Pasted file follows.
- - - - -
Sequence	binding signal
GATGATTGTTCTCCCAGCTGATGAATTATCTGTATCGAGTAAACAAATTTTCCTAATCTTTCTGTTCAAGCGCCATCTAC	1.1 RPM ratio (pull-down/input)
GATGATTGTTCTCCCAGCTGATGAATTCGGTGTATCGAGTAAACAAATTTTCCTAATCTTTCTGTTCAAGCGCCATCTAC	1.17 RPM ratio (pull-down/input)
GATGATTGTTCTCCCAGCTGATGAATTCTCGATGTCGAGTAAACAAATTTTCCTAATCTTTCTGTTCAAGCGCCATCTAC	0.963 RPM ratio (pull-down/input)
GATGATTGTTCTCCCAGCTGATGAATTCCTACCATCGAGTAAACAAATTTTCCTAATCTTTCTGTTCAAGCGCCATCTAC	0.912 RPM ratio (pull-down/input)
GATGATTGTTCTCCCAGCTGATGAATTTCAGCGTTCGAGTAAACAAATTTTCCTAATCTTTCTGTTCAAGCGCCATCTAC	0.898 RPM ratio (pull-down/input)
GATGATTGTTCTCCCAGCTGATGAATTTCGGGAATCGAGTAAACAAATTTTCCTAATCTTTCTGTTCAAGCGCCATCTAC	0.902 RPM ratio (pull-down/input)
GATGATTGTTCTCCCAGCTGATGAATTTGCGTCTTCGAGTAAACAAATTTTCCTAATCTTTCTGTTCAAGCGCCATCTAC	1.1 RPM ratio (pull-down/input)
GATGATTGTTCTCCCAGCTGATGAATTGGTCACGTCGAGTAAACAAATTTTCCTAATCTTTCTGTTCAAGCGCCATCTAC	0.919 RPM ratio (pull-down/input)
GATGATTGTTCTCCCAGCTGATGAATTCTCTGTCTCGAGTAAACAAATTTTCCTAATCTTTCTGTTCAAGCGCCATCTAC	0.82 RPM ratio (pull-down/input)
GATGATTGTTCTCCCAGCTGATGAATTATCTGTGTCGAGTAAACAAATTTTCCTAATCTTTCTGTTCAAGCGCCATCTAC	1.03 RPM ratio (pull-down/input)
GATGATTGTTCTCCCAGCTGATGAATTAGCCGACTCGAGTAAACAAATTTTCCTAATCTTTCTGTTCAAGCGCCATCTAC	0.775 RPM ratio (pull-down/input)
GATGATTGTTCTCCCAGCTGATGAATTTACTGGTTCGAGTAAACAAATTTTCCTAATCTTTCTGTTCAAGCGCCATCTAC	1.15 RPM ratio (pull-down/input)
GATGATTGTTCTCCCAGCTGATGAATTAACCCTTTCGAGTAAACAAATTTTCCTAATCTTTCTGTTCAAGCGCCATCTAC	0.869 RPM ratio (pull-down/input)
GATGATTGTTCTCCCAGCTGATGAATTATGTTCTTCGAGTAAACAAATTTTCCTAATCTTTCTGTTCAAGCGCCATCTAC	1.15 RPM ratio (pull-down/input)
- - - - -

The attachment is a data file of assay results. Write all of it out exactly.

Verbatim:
Sequence	binding signal
GATGATTGTTCTCCCAGCTGATGAATTATCTGTATCGAGTAAACAAATTTTCCTAATCTTTCTGTTCAAGCGCCATCTAC	1.1 RPM ratio (pull-down/input)
GATGATTGTTCTCCCAGCTGATGAATTCGGTGTATCGAGTAAACAAATTTTCCTAATCTTTCTGTTCAAGCGCCATCTAC	1.17 RPM ratio (pull-down/input)
GATGATTGTTCTCCCAGCTGATGAATTCTCGATGTCGAGTAAACAAATTTTCCTAATCTTTCTGTTCAAGCGCCATCTAC	0.963 RPM ratio (pull-down/input)
GATGATTGTTCTCCCAGCTGATGAATTCCTACCATCGAGTAAACAAATTTTCCTAATCTTTCTGTTCAAGCGCCATCTAC	0.912 RPM ratio (pull-down/input)
GATGATTGTTCTCCCAGCTGATGAATTTCAGCGTTCGAGTAAACAAATTTTCCTAATCTTTCTGTTCAAGCGCCATCTAC	0.898 RPM ratio (pull-down/input)
GATGATTGTTCTCCCAGCTGATGAATTTCGGGAATCGAGTAAACAAATTTTCCTAATCTTTCTGTTCAAGCGCCATCTAC	0.902 RPM ratio (pull-down/input)
GATGATTGTTCTCCCAGCTGATGAATTTGCGTCTTCGAGTAAACAAATTTTCCTAATCTTTCTGTTCAAGCGCCATCTAC	1.1 RPM ratio (pull-down/input)
GATGATTGTTCTCCCAGCTGATGAATTGGTCACGTCGAGTAAACAAATTTTCCTAATCTTTCTGTTCAAGCGCCATCTAC	0.919 RPM ratio (pull-down/input)
GATGATTGTTCTCCCAGCTGATGAATTCTCTGTCTCGAGTAAACAAATTTTCCTAATCTTTCTGTTCAAGCGCCATCTAC	0.82 RPM ratio (pull-down/input)
GATGATTGTTCTCCCAGCTGATGAATTATCTGTGTCGAGTAAACAAATTTTCCTAATCTTTCTGTTCAAGCGCCATCTAC	1.03 RPM ratio (pull-down/input)
GATGATTGTTCTCCCAGCTGATGAATTAGCCGACTCGAGTAAACAAATTTTCCTAATCTTTCTGTTCAAGCGCCATCTAC	0.775 RPM ratio (pull-down/input)
GATGATTGTTCTCCCAGCTGATGAATTTACTGGTTCGAGTAAACAAATTTTCCTAATCTTTCTGTTCAAGCGCCATCTAC	1.15 RPM ratio (pull-down/input)
GATGATTGTTCTCCCAGCTGATGAATTAACCCTTTCGAGTAAACAAATTTTCCTAATCTTTCTGTTCAAGCGCCATCTAC	0.869 RPM ratio (pull-down/input)
GATGATTGTTCTCCCAGCTGATGAATTATGTTCTTCGAGTAAACAAATTTTCCTAATCTTTCTGTTCAAGCGCCATCTAC	1.15 RPM ratio (pull-down/input)